Dallas Police Department

For chaplains helping folks find peace after police deaths, generic religion's the best religion

For chaplains helping folks find peace after police deaths, generic religion's the best religion

Forgive me for that clickbait of a post title.

But that's exactly the impression given by a front-page Dallas Morning News story this week on chaplains comforting police and crime victims in their darkest hours.

It's one of those stories that you read and then scratch your head. 

"Something's missing," you tell yourself. "What could it be that I'm not seeing here?" 

Hang with me for a moment, and I bet we can figure it out.

The lede is compelling enough:

Win Brown's heart sinks when his other phone rings.
His ministry phone signals that he'll soon be comforting people on the worst days of their lives.
Across 17 years, the volunteer chaplain has been there -- for search crews scouring East Texas for the seven Columbia astronauts, for Hurricane Katrina victims in Louisiana, and for police officers as they go to the homes of families shattered by violence.
After a gunman killed five police officers following a peaceful protest in downtown Dallas, he and other chaplains rallied for a Thanks-Giving Square prayer service. It was just the beginning of their healing work.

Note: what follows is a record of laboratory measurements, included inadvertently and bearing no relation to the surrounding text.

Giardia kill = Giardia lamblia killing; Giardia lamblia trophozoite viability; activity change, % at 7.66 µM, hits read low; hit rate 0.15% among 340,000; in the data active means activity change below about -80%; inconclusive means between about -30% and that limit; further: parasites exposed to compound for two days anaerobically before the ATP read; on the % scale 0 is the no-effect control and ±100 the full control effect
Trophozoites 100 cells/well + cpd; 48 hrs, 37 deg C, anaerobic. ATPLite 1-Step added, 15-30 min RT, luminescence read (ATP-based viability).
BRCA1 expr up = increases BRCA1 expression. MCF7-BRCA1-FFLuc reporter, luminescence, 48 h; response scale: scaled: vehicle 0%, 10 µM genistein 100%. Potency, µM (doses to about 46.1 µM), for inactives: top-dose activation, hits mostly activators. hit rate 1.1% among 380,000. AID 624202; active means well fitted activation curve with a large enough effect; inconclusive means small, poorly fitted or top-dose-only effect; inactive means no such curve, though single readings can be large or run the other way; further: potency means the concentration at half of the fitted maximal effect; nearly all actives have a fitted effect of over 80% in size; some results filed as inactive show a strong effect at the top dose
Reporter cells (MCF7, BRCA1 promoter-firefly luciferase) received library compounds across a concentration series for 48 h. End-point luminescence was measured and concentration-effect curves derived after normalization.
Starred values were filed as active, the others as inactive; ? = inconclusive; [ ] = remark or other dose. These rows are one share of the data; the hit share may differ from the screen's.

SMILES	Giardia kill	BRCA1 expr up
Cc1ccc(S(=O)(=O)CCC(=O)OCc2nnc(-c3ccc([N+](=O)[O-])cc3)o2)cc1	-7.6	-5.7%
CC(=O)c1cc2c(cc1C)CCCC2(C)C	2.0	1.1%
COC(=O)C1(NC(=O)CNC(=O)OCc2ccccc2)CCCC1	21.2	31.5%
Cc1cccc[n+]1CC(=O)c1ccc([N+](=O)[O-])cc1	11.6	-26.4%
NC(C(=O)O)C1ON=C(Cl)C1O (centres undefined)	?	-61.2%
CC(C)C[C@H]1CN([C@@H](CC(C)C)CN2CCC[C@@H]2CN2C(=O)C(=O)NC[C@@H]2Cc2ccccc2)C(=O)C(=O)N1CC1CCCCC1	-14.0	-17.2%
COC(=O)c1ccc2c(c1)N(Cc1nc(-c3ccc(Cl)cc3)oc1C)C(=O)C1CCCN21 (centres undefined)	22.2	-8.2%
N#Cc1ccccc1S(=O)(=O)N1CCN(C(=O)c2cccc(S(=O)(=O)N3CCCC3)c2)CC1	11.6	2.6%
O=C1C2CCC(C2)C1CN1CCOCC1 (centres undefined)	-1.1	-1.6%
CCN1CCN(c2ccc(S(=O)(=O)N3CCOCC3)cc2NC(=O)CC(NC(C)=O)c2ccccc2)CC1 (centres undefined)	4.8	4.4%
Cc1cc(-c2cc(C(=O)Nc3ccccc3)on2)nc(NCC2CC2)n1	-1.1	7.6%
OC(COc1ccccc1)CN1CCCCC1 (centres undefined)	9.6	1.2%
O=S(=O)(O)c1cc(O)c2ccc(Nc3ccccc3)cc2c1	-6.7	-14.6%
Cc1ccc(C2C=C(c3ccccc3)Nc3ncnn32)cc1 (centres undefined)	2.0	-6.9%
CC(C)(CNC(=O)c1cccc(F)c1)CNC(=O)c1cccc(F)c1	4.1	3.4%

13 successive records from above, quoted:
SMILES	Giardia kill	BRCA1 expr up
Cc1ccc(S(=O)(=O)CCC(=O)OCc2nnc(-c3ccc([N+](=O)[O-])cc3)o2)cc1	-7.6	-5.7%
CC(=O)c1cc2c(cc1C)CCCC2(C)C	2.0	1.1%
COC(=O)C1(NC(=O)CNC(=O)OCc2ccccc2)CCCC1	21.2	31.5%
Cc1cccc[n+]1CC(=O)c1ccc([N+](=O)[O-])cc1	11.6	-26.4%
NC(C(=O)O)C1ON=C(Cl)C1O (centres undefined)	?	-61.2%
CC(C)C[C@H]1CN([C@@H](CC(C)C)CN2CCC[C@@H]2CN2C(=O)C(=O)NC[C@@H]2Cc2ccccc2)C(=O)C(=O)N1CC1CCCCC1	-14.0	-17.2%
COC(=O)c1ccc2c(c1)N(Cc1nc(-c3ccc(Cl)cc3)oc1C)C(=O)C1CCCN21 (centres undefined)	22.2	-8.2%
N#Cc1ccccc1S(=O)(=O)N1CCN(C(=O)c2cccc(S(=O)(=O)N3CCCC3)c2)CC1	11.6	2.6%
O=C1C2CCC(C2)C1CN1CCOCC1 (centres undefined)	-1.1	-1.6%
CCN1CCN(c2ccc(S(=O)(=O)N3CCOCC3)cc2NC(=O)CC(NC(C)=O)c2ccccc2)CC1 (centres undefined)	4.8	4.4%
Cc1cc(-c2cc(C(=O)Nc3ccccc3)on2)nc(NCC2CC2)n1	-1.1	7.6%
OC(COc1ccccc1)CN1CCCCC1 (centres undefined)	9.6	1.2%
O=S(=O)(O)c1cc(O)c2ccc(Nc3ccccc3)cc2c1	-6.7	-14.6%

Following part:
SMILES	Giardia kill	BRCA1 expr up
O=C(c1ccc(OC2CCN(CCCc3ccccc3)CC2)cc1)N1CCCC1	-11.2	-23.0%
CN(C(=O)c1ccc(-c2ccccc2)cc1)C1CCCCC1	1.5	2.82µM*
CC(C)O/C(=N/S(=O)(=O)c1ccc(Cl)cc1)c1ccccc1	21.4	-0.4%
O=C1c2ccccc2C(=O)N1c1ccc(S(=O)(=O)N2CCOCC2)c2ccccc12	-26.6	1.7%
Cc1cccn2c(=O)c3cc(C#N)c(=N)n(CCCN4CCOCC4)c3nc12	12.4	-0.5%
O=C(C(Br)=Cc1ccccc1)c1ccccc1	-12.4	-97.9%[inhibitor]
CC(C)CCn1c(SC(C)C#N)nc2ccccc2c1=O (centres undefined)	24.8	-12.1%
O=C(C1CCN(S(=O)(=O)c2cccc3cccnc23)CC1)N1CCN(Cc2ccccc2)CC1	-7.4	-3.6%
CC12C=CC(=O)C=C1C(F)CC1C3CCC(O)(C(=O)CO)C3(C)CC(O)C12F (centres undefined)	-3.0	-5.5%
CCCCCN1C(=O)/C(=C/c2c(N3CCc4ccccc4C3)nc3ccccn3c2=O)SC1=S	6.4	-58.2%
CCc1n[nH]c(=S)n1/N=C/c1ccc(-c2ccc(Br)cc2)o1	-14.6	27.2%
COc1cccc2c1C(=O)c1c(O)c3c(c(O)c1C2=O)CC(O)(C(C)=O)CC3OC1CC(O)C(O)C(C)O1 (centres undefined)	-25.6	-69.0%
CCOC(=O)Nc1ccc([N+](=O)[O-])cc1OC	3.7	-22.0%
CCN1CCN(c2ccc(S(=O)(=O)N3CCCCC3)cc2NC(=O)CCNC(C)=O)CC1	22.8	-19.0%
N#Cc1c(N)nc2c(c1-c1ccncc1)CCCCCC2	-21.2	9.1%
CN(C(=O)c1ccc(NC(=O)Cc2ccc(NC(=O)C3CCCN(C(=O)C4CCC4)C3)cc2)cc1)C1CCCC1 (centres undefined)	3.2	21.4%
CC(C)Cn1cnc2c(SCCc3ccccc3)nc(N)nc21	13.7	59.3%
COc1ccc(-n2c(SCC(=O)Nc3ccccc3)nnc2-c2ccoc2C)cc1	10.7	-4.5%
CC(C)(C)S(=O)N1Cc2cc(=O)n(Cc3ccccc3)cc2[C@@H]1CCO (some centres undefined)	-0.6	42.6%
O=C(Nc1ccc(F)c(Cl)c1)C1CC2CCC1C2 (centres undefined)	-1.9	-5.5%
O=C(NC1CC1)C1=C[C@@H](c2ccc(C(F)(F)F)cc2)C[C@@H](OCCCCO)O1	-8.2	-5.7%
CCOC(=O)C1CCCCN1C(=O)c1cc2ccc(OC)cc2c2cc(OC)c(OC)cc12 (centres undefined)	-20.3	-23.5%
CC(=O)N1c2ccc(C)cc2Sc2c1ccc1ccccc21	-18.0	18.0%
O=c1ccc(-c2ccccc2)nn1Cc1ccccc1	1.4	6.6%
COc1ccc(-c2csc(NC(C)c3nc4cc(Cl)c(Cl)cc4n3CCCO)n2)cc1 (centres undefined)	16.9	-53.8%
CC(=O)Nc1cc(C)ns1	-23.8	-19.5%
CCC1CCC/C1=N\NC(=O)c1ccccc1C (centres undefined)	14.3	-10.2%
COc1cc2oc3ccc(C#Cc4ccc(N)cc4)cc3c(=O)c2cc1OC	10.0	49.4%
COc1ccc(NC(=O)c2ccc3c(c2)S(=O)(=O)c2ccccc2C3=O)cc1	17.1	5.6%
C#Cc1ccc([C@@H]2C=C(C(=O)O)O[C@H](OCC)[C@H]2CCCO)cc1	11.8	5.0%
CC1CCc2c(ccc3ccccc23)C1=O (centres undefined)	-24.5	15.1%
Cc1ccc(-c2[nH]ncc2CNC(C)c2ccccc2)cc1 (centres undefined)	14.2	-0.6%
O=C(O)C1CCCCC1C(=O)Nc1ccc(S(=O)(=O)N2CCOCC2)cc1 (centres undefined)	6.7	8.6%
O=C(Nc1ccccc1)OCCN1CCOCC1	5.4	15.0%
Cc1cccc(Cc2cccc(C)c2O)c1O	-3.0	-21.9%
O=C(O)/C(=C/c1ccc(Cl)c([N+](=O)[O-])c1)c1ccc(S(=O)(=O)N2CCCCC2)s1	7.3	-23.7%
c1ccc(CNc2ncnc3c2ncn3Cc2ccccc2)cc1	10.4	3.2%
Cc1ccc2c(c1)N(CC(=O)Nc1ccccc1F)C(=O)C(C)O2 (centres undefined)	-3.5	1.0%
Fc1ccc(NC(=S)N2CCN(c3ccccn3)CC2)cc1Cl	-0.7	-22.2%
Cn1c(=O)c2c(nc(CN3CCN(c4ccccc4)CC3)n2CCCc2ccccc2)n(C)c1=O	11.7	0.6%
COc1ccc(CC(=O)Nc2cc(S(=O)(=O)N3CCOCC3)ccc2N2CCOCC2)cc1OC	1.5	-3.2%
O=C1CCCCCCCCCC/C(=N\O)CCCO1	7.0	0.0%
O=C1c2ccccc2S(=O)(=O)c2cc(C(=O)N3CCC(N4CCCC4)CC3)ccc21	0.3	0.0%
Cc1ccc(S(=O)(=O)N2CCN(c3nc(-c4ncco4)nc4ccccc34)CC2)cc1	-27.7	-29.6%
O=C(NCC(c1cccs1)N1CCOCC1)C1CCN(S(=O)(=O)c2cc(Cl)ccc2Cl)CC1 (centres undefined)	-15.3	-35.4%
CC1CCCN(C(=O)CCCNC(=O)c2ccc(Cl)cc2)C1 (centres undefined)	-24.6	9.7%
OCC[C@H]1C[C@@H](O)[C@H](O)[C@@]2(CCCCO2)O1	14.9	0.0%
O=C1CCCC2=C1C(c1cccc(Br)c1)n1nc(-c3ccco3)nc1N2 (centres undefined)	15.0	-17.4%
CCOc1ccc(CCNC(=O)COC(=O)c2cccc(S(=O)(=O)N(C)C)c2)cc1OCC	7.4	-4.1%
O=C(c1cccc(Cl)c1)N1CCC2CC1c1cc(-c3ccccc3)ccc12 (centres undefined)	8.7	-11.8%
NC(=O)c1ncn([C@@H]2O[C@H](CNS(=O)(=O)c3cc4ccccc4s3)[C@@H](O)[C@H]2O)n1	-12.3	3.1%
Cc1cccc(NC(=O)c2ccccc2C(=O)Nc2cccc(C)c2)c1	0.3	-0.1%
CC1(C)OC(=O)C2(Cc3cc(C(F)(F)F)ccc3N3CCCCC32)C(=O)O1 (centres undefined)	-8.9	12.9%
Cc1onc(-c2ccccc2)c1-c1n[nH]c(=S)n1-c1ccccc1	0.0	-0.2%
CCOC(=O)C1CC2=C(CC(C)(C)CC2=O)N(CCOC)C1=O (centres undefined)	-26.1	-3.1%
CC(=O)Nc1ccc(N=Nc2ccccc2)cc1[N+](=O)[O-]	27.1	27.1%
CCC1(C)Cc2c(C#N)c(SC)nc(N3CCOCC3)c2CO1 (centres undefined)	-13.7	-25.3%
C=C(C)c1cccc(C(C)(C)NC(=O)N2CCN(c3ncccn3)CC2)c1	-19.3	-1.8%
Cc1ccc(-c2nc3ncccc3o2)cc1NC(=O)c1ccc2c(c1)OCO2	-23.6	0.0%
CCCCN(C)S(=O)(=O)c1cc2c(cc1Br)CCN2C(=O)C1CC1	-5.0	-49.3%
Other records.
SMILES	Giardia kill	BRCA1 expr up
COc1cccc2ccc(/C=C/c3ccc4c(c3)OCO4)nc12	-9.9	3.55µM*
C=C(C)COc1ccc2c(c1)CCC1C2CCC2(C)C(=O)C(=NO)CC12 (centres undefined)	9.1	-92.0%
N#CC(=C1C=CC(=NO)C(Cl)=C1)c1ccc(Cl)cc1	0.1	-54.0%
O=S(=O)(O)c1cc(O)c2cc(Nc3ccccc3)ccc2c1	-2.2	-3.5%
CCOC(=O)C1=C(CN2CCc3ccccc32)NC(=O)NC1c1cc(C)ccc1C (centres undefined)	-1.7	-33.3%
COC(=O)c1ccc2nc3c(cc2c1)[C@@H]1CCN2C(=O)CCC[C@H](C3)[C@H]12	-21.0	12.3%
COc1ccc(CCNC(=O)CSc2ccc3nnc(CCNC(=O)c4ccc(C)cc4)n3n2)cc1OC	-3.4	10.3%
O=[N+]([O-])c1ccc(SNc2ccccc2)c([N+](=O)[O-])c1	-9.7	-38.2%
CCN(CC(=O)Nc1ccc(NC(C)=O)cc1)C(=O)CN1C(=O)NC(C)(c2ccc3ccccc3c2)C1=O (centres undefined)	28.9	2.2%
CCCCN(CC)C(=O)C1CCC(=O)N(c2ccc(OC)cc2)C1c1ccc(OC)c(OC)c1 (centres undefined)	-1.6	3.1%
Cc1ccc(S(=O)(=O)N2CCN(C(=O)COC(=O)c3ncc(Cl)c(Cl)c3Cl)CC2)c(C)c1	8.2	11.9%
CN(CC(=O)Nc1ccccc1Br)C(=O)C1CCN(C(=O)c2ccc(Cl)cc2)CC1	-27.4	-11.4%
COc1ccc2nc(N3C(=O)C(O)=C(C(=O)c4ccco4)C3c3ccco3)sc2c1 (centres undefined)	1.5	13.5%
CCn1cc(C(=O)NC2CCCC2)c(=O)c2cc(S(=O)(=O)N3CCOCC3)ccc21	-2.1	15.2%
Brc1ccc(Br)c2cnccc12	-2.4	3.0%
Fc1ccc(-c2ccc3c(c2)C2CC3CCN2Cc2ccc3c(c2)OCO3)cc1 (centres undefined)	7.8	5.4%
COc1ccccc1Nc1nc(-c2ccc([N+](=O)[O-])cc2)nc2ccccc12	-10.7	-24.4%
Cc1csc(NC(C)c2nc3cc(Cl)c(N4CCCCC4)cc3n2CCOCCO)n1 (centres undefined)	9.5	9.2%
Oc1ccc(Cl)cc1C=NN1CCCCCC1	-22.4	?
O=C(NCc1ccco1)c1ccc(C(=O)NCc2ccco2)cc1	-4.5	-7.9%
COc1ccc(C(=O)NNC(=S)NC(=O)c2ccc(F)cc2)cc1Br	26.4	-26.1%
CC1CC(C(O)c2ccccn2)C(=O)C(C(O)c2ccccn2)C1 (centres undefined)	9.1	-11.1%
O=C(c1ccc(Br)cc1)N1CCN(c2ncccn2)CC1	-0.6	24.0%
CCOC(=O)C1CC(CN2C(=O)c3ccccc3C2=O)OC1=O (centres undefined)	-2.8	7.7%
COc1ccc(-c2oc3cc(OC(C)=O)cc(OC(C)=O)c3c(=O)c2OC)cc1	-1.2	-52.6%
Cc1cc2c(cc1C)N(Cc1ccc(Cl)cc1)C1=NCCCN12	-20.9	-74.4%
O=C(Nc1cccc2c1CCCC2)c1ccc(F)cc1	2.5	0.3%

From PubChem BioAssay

Some people needed a hug. Many wanted to pray. A few just needed to know that the emotions welling up within them and streaming down their faces were normal reactions to an abnormal event.
“Everyone grieves differently and needs something different,” Brown said. “But I’ve seen the proverbial light bulb go on many times when you say, ‘You’re not going crazy.’ ”

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In the worst of times, the faith that sustains Dallas Police Chief David Brown

In the worst of times, the faith that sustains Dallas Police Chief David Brown

Dallas Police Chief David Brown is a man of faith.

Even if you've followed the major media profiles of Brown in the wake of Thursday night's sniper ambush that claimed the lives of five officers in Dallas, you might have missed that.

Holy ghost, anyone?

With a notable, praiseworthy exception — and we'll get to that in a moment — the stories on Brown that I've seen have overlooked or downplayed the religion angle.

That's the case even with stories that are, otherwise, extremely compelling, such as this Washington Post piece highlighted by former GetReligionista Sarah Pulliam Bailey.

Yes, a quote in the Post profile cites Brown's "professionalism and faith," but that's as far as it goes.

Other stories leave out "faith" entirely:

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'The end is coming': Is there a religion angle in Dallas suspect's cryptic words?

'The end is coming': Is there a religion angle in Dallas suspect's cryptic words?

"The end is coming."

Dallas Police Chief David Brown attributed those cryptic words to a slain suspect in Thursday night's killings of five police officers.

Is there any kind of religious connotation to those words? It's too early to know. But it certainly seems like a valid question.